Text by Cardinal Ravasi for the catalogue of the 2018 Spring Exhibition "Heavenly Bodies: Fashion and the Catholic Imagination" at the Costume Institute, New York.
On Priestly Garments
When I put on my cardinal’s robes or the sacred vestments for liturgical celebrations with Pope Francis, my thoughts often turn spontaneously to two divergent sets of images. One is the sculptor Giacomo Manzù’s powerful Cardinali, a series of more than fifty figures he created from the late 1930s through the late 1950s. Manzù’s stately cardinals, whether seated or standing, large or small, are truly imposing. Cast in bronze or carved of stone, their pyramidal forms culminate in the peak of a mitre. The figures, each cloaked by a simple yet majestic cape, are engaged in mystical meditation, immersed in contemplation of a timeless horizon. In stark contrast is the satirical and grotesque runway show of clerical fashions depicted by director Federico Fellini in an exhilarating sequence of his film Roma, from 1972. By that time Pope Paul VI had already vastly simplified the sumptuous cardinalate garb, for example cutting off the long tails of the cardinal’s cape, but Fellini’s caricature of clerical ostentation serves as an effective counterpoint to the grandeur of Manzù’s cardinal figures. From the solemn to the superficial, these images capture the full spectrum of the possibilities of sacred dress.
Liturgical vestments, like other objects dedicated to worship, are a veritable mirror of the historical phases of the Catholic Church. Indeed, clothing and material goods in general reflect their time and place; as Honoré de Balzac wrote in his Treatise on Elegant Living (1830), “Clothes are the expression of society.” They are effectively its self-portrait. Garments do not merely protect us from the cold and heat or from nakedness, although these perfectly legitimate functions are recognized in the Bible, when God at the dawn of humanity “made for Adam and for his wife garments of skins, and clothed them” (Genesis 3:21). But, as is clearly demonstrated in the creative world of fashion and is suggested by the linguistic connections among the Latin vestis (clothing), “vestment,” and “investiture”—a word indicating an appointment to an official position—clothing, through its symbolic dimension, also belongs to and expresses its culture.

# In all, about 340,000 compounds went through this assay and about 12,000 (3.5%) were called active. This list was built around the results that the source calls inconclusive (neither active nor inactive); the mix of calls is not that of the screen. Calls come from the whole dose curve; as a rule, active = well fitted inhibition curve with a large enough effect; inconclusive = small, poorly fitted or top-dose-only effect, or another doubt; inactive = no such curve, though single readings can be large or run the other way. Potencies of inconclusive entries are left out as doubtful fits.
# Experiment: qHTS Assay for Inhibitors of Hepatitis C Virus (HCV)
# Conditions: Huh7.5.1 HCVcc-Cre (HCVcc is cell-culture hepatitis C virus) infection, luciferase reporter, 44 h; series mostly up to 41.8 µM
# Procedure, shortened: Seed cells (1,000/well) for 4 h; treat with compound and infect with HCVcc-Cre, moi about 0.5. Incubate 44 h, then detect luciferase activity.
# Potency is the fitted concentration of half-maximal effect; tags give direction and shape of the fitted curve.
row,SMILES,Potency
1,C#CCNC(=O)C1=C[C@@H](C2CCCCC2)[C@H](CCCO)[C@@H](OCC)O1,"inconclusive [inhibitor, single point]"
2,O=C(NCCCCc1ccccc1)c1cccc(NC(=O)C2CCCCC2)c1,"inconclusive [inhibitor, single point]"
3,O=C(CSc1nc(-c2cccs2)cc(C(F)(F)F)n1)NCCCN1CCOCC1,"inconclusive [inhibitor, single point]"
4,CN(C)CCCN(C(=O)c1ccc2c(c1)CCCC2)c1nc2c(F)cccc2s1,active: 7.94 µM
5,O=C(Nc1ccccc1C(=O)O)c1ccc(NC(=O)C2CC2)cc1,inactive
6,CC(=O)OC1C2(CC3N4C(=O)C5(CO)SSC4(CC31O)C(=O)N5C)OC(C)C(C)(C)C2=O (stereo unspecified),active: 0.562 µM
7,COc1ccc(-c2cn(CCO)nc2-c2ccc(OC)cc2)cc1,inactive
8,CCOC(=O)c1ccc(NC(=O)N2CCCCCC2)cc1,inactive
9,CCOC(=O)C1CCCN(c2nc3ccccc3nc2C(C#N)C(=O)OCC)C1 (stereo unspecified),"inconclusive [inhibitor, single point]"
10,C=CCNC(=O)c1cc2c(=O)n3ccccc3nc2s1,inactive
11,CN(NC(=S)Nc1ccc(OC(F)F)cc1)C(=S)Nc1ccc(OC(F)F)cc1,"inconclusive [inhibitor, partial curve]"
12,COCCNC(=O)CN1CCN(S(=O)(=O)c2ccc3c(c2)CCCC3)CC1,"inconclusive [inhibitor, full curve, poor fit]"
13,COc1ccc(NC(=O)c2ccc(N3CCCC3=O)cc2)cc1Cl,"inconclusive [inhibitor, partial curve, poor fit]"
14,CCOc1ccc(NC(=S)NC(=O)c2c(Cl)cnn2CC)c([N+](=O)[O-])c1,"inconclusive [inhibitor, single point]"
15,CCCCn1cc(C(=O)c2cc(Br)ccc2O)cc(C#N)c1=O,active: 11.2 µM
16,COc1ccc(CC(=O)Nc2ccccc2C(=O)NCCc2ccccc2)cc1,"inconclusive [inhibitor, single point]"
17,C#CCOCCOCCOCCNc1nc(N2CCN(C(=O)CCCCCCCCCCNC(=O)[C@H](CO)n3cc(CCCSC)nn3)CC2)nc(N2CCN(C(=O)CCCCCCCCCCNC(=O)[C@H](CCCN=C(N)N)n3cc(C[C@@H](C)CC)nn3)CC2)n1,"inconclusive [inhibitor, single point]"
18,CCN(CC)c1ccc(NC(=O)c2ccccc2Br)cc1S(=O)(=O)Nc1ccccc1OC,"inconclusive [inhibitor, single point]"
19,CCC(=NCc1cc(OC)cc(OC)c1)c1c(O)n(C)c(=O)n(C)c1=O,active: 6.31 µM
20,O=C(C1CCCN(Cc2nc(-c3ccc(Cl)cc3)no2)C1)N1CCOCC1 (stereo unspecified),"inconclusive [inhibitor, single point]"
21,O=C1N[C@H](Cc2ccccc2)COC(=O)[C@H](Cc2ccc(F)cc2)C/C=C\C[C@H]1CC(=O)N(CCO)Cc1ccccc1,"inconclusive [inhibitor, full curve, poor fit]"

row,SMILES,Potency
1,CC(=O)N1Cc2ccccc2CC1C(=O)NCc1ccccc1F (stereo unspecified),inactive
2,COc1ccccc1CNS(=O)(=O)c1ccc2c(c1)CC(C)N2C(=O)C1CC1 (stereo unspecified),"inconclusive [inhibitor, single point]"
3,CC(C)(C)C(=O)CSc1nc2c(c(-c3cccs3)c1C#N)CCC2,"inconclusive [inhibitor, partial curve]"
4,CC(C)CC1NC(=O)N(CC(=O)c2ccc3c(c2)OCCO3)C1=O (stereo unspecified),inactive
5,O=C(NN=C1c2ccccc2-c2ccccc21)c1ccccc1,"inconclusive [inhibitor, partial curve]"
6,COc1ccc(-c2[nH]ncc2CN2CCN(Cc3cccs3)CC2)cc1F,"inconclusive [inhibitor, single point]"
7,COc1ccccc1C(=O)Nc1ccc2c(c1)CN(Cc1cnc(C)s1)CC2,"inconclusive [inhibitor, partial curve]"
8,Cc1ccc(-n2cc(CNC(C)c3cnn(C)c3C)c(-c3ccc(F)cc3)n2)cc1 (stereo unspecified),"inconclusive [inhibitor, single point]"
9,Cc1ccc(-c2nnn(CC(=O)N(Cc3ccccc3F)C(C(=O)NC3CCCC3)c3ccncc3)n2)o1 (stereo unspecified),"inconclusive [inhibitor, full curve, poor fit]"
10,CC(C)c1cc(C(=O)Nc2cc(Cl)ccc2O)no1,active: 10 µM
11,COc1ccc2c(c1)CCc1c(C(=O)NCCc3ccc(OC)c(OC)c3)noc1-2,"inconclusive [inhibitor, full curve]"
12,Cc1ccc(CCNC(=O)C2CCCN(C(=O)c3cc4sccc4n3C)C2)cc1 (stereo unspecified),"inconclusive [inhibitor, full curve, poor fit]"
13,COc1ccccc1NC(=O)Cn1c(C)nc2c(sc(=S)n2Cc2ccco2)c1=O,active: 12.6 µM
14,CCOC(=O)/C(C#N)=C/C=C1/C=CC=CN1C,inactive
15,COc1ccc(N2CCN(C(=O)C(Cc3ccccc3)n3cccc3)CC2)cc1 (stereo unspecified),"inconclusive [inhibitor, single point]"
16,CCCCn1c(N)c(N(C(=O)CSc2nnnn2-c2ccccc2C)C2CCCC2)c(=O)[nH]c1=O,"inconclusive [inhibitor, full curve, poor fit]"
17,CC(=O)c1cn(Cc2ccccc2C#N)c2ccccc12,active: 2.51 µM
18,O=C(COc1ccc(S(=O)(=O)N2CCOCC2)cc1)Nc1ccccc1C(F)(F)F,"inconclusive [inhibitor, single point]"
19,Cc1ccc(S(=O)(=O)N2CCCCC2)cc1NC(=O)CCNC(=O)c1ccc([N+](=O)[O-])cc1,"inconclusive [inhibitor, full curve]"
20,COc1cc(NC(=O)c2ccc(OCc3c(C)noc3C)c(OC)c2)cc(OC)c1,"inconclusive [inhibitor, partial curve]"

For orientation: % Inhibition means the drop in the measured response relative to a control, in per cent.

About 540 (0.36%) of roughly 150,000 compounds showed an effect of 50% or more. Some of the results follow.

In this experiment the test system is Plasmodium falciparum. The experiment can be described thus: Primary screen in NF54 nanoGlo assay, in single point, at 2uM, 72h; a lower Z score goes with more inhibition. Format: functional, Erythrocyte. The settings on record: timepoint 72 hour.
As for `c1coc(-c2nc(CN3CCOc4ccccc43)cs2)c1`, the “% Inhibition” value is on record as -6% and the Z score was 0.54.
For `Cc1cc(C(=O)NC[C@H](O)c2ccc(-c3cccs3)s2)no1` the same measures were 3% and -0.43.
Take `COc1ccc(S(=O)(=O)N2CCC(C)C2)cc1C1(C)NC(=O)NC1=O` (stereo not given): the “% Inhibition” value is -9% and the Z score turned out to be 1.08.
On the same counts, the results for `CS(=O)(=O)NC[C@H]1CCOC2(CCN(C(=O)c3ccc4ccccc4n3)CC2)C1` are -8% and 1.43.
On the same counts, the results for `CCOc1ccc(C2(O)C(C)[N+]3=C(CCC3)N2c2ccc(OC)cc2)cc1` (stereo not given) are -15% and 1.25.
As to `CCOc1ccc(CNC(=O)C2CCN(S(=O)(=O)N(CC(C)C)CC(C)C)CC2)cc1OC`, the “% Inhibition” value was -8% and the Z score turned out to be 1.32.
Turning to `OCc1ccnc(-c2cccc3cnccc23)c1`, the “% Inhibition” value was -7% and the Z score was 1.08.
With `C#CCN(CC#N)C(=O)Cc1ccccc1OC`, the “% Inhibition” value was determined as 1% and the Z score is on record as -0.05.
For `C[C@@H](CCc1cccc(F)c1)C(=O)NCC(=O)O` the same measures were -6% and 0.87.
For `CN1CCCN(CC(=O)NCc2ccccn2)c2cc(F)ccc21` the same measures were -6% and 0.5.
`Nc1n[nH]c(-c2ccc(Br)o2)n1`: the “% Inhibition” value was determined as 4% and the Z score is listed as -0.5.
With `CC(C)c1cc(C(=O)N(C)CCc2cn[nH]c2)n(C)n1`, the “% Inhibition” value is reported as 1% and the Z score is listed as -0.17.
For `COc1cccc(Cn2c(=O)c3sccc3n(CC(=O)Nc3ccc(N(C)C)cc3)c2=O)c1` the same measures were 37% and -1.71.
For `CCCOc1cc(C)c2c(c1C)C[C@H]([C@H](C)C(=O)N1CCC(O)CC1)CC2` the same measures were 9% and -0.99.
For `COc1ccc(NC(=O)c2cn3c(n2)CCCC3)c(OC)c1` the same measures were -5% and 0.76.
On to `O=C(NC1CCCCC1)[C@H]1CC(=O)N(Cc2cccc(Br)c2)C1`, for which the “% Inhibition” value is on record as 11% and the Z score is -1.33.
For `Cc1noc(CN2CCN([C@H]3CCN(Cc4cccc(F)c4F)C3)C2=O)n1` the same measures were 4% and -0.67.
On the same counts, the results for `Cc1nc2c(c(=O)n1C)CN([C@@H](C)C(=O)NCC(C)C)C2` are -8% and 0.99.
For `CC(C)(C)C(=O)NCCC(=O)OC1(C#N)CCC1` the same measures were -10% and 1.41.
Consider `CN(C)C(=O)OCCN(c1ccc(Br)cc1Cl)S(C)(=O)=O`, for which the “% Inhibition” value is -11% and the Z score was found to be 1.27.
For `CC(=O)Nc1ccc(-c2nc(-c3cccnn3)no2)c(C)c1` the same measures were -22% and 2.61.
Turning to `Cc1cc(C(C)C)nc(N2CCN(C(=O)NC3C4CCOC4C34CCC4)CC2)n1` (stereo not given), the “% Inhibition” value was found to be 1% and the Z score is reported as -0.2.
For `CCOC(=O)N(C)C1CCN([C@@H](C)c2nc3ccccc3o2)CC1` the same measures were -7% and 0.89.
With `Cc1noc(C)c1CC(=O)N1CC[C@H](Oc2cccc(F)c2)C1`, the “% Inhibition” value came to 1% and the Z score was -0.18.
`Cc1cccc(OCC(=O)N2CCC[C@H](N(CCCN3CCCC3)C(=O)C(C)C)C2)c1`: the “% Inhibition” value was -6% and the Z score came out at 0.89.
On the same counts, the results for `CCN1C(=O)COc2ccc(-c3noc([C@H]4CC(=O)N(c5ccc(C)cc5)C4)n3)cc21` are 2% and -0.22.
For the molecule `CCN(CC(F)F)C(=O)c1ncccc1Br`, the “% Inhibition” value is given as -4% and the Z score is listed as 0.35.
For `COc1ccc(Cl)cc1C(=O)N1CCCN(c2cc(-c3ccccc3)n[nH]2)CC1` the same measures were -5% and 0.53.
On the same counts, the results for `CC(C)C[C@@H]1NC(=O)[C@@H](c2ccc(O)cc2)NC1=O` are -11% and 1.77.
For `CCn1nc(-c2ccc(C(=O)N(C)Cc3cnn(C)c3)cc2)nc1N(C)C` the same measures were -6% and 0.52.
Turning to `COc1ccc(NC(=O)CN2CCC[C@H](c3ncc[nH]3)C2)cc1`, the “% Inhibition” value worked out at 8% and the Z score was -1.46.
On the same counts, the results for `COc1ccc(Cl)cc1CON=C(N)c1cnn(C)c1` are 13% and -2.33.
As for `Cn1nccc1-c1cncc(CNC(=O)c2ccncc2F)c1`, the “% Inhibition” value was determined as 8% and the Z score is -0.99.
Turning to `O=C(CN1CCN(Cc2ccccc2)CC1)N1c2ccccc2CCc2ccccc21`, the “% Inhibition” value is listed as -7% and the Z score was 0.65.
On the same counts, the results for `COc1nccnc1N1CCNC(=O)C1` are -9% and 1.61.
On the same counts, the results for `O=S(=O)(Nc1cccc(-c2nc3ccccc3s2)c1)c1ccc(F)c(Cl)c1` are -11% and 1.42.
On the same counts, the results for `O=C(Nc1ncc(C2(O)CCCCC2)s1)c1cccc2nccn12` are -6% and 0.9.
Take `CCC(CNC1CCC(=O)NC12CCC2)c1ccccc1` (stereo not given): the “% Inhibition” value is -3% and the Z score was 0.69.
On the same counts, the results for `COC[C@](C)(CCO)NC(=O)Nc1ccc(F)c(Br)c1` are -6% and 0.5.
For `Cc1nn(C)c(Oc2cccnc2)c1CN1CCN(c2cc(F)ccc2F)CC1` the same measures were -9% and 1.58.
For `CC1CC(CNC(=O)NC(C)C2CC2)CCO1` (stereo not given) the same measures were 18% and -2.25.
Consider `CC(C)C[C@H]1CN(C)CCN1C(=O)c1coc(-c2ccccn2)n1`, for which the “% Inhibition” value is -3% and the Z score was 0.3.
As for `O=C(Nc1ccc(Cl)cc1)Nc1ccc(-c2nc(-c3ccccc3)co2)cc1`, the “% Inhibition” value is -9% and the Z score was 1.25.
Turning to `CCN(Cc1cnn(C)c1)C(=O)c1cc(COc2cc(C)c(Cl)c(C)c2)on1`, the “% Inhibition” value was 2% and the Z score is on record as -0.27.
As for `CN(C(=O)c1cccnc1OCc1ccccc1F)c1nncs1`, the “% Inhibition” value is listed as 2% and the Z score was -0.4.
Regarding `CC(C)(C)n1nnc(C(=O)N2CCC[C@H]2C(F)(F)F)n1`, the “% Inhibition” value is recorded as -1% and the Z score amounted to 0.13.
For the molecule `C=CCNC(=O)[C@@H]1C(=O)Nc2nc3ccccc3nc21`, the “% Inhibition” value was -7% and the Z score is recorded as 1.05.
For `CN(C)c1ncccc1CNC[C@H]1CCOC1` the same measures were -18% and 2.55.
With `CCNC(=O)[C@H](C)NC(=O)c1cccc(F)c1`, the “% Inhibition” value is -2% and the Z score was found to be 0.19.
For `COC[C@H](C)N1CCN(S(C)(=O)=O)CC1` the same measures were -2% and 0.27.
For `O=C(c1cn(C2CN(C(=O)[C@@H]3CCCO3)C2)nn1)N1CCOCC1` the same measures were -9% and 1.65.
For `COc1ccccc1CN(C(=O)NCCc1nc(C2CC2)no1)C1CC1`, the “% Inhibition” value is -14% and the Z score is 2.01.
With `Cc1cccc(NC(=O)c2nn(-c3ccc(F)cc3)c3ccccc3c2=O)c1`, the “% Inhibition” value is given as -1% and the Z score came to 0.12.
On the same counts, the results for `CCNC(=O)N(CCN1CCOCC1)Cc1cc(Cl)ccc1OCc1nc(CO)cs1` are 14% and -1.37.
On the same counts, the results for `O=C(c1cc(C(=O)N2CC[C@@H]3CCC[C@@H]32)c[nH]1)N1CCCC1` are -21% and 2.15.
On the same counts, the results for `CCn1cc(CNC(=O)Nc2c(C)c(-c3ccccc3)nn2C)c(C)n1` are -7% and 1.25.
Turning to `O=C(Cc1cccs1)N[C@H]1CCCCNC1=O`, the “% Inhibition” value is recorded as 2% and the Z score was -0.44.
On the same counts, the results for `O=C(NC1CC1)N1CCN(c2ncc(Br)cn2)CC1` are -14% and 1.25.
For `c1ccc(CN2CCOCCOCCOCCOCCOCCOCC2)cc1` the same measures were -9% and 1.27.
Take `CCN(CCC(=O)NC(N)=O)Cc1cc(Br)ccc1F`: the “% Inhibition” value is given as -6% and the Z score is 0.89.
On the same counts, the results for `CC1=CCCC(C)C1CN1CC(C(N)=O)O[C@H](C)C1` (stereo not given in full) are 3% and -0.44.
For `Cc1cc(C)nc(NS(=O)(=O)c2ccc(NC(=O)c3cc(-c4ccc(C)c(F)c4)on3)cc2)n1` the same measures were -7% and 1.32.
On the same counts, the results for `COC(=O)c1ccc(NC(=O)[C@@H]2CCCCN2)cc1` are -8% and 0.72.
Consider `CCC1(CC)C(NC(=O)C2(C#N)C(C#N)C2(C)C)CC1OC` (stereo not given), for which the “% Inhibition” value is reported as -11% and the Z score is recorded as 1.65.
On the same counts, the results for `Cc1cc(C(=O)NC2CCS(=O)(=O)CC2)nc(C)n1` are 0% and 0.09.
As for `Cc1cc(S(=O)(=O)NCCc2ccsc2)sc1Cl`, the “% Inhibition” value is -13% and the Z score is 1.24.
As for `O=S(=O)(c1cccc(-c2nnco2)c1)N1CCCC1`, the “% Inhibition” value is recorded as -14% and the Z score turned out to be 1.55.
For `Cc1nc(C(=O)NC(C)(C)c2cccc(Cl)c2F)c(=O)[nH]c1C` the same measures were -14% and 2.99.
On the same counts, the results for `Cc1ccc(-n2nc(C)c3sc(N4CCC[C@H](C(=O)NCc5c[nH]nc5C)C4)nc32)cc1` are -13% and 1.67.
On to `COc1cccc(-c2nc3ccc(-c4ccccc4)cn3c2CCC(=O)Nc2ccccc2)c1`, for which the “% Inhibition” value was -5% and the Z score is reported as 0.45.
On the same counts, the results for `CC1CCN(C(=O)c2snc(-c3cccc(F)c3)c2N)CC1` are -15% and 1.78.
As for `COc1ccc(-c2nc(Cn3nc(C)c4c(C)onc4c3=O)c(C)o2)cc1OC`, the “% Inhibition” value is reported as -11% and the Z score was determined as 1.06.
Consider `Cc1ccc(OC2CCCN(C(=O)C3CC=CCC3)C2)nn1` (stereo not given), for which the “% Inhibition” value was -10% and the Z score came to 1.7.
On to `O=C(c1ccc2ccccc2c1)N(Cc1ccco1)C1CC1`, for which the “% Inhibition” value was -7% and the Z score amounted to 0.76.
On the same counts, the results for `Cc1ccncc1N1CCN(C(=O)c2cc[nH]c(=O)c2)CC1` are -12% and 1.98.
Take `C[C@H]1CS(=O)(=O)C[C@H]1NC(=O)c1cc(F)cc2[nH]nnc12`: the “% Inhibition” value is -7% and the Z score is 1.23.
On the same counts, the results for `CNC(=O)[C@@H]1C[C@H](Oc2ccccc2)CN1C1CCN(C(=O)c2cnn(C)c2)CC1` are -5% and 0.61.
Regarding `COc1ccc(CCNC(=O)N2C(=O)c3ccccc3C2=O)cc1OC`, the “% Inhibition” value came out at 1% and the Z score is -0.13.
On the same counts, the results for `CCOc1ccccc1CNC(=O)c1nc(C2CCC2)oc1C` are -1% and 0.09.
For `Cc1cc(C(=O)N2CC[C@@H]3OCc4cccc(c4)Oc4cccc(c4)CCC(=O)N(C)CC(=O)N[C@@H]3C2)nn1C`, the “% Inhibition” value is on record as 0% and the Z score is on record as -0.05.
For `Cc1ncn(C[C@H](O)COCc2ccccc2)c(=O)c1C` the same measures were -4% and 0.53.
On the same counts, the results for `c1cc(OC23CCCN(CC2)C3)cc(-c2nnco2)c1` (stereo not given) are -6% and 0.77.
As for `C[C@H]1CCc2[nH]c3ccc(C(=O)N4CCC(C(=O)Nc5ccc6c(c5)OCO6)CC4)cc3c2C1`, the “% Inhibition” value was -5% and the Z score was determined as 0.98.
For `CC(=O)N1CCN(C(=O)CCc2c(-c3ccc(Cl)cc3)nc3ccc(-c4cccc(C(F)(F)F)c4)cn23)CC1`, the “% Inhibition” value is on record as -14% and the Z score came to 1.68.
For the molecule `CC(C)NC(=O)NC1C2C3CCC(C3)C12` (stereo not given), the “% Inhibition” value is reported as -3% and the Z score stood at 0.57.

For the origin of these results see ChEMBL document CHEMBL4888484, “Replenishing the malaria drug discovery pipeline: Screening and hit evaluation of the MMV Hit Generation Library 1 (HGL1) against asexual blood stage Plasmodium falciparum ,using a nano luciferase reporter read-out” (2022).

The forty or so articles of clothing and sacred ornaments from the Vatican presented in the “Heavenly Bodies” exhibition and this accompanying catalogue are rightly classified under the category of “Catholic imagination,” as the subtitle recites. The wide range of objects shown includes a vast array of sacred paraments such as copes, chasubles, dalmatics, stoles, albs, episcopal mitres, papal tiaras, zucchettos, fascias, pectoral crosses, rings, and crosiers, as well as chalices and monstrances used in Eucharistic celebrations. The selection is indubitably sumptuous, a quality that was exalted during the Baroque period but has characterized liturgical ornamentation of the following centuries. Such opulence was intended to proclaim the divine transcendence, the sacred detachment of worship from daily ordinariness, the splendor of mystery.